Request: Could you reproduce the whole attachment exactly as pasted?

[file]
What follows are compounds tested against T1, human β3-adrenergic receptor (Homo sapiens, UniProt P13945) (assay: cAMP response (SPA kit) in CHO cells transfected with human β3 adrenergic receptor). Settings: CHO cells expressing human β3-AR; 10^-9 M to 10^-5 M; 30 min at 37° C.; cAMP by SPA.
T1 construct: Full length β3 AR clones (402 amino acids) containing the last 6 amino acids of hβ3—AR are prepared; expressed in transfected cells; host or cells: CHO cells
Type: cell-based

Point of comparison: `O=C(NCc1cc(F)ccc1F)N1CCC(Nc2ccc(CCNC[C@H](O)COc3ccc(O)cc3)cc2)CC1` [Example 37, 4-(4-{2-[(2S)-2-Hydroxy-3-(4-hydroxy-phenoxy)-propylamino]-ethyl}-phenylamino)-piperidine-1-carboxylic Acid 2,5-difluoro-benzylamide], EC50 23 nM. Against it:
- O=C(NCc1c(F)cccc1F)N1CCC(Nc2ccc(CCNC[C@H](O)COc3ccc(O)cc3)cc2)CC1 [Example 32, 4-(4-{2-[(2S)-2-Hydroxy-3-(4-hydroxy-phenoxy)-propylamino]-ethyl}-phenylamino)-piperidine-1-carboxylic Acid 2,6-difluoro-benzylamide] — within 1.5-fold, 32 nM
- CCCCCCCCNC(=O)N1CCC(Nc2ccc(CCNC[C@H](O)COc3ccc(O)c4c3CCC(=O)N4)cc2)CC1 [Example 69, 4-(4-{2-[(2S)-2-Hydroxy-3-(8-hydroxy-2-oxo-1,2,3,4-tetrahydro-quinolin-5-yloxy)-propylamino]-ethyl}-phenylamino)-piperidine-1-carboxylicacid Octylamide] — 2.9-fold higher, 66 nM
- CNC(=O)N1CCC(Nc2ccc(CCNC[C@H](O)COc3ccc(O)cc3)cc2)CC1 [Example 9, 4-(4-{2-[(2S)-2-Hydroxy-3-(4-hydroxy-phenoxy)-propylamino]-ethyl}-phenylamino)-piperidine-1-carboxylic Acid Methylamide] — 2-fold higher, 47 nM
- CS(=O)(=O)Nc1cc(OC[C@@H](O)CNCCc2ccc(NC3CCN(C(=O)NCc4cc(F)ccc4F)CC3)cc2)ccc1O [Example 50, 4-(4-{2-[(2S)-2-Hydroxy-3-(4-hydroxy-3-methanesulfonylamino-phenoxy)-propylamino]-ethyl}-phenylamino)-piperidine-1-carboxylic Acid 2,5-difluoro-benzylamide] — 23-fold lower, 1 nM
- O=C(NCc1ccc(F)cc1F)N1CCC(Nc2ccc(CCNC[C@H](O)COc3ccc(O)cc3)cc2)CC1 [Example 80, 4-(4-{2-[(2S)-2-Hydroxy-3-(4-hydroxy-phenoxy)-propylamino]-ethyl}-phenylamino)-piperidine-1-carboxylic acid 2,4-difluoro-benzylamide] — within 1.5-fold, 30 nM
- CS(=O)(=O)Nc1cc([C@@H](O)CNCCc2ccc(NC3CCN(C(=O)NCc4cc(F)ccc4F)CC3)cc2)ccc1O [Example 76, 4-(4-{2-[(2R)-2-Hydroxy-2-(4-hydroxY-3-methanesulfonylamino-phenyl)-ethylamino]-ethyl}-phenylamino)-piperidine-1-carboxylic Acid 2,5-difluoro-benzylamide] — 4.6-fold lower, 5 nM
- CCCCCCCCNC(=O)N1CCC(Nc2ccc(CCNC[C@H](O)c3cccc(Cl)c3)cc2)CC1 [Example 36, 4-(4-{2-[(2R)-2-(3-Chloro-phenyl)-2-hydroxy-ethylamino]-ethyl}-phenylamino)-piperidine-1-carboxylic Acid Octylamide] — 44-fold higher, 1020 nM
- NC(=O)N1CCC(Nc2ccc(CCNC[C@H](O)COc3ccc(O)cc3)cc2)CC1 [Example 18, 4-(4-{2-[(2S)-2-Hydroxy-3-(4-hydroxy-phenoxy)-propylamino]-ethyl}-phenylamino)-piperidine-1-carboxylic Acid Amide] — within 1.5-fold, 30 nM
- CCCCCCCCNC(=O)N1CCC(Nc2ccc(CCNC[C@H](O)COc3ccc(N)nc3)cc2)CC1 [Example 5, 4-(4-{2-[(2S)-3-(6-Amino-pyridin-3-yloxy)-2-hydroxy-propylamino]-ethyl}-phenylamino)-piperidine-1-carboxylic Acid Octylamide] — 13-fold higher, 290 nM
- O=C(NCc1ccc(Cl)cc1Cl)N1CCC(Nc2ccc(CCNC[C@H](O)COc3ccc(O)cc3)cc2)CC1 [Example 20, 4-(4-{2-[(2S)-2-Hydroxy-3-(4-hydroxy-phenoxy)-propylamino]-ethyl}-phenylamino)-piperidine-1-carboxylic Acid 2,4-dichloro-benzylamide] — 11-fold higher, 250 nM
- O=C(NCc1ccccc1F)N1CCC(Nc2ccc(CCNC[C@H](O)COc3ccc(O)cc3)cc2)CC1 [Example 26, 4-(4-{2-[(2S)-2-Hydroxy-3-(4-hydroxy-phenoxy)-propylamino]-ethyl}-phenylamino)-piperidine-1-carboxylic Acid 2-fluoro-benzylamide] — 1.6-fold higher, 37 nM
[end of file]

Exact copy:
What follows are compounds tested against T1, human β3-adrenergic receptor (Homo sapiens, UniProt P13945) (assay: cAMP response (SPA kit) in CHO cells transfected with human β3 adrenergic receptor). Settings: CHO cells expressing human β3-AR; 10^-9 M to 10^-5 M; 30 min at 37° C.; cAMP by SPA.
T1 construct: Full length β3 AR clones (402 amino acids) containing the last 6 amino acids of hβ3—AR are prepared; expressed in transfected cells; host or cells: CHO cells
Type: cell-based

Point of comparison: `O=C(NCc1cc(F)ccc1F)N1CCC(Nc2ccc(CCNC[C@H](O)COc3ccc(O)cc3)cc2)CC1` [Example 37, 4-(4-{2-[(2S)-2-Hydroxy-3-(4-hydroxy-phenoxy)-propylamino]-ethyl}-phenylamino)-piperidine-1-carboxylic Acid 2,5-difluoro-benzylamide], EC50 23 nM. Against it:
- O=C(NCc1c(F)cccc1F)N1CCC(Nc2ccc(CCNC[C@H](O)COc3ccc(O)cc3)cc2)CC1 [Example 32, 4-(4-{2-[(2S)-2-Hydroxy-3-(4-hydroxy-phenoxy)-propylamino]-ethyl}-phenylamino)-piperidine-1-carboxylic Acid 2,6-difluoro-benzylamide] — within 1.5-fold, 32 nM
- CCCCCCCCNC(=O)N1CCC(Nc2ccc(CCNC[C@H](O)COc3ccc(O)c4c3CCC(=O)N4)cc2)CC1 [Example 69, 4-(4-{2-[(2S)-2-Hydroxy-3-(8-hydroxy-2-oxo-1,2,3,4-tetrahydro-quinolin-5-yloxy)-propylamino]-ethyl}-phenylamino)-piperidine-1-carboxylicacid Octylamide] — 2.9-fold higher, 66 nM
- CNC(=O)N1CCC(Nc2ccc(CCNC[C@H](O)COc3ccc(O)cc3)cc2)CC1 [Example 9, 4-(4-{2-[(2S)-2-Hydroxy-3-(4-hydroxy-phenoxy)-propylamino]-ethyl}-phenylamino)-piperidine-1-carboxylic Acid Methylamide] — 2-fold higher, 47 nM
- CS(=O)(=O)Nc1cc(OC[C@@H](O)CNCCc2ccc(NC3CCN(C(=O)NCc4cc(F)ccc4F)CC3)cc2)ccc1O [Example 50, 4-(4-{2-[(2S)-2-Hydroxy-3-(4-hydroxy-3-methanesulfonylamino-phenoxy)-propylamino]-ethyl}-phenylamino)-piperidine-1-carboxylic Acid 2,5-difluoro-benzylamide] — 23-fold lower, 1 nM
- O=C(NCc1ccc(F)cc1F)N1CCC(Nc2ccc(CCNC[C@H](O)COc3ccc(O)cc3)cc2)CC1 [Example 80, 4-(4-{2-[(2S)-2-Hydroxy-3-(4-hydroxy-phenoxy)-propylamino]-ethyl}-phenylamino)-piperidine-1-carboxylic acid 2,4-difluoro-benzylamide] — within 1.5-fold, 30 nM
- CS(=O)(=O)Nc1cc([C@@H](O)CNCCc2ccc(NC3CCN(C(=O)NCc4cc(F)ccc4F)CC3)cc2)ccc1O [Example 76, 4-(4-{2-[(2R)-2-Hydroxy-2-(4-hydroxY-3-methanesulfonylamino-phenyl)-ethylamino]-ethyl}-phenylamino)-piperidine-1-carboxylic Acid 2,5-difluoro-benzylamide] — 4.6-fold lower, 5 nM
- CCCCCCCCNC(=O)N1CCC(Nc2ccc(CCNC[C@H](O)c3cccc(Cl)c3)cc2)CC1 [Example 36, 4-(4-{2-[(2R)-2-(3-Chloro-phenyl)-2-hydroxy-ethylamino]-ethyl}-phenylamino)-piperidine-1-carboxylic Acid Octylamide] — 44-fold higher, 1020 nM
- NC(=O)N1CCC(Nc2ccc(CCNC[C@H](O)COc3ccc(O)cc3)cc2)CC1 [Example 18, 4-(4-{2-[(2S)-2-Hydroxy-3-(4-hydroxy-phenoxy)-propylamino]-ethyl}-phenylamino)-piperidine-1-carboxylic Acid Amide] — within 1.5-fold, 30 nM
- CCCCCCCCNC(=O)N1CCC(Nc2ccc(CCNC[C@H](O)COc3ccc(N)nc3)cc2)CC1 [Example 5, 4-(4-{2-[(2S)-3-(6-Amino-pyridin-3-yloxy)-2-hydroxy-propylamino]-ethyl}-phenylamino)-piperidine-1-carboxylic Acid Octylamide] — 13-fold higher, 290 nM
- O=C(NCc1ccc(Cl)cc1Cl)N1CCC(Nc2ccc(CCNC[C@H](O)COc3ccc(O)cc3)cc2)CC1 [Example 20, 4-(4-{2-[(2S)-2-Hydroxy-3-(4-hydroxy-phenoxy)-propylamino]-ethyl}-phenylamino)-piperidine-1-carboxylic Acid 2,4-dichloro-benzylamide] — 11-fold higher, 250 nM
- O=C(NCc1ccccc1F)N1CCC(Nc2ccc(CCNC[C@H](O)COc3ccc(O)cc3)cc2)CC1 [Example 26, 4-(4-{2-[(2S)-2-Hydroxy-3-(4-hydroxy-phenoxy)-propylamino]-ethyl}-phenylamino)-piperidine-1-carboxylic Acid 2-fluoro-benzylamide] — 1.6-fold higher, 37 nM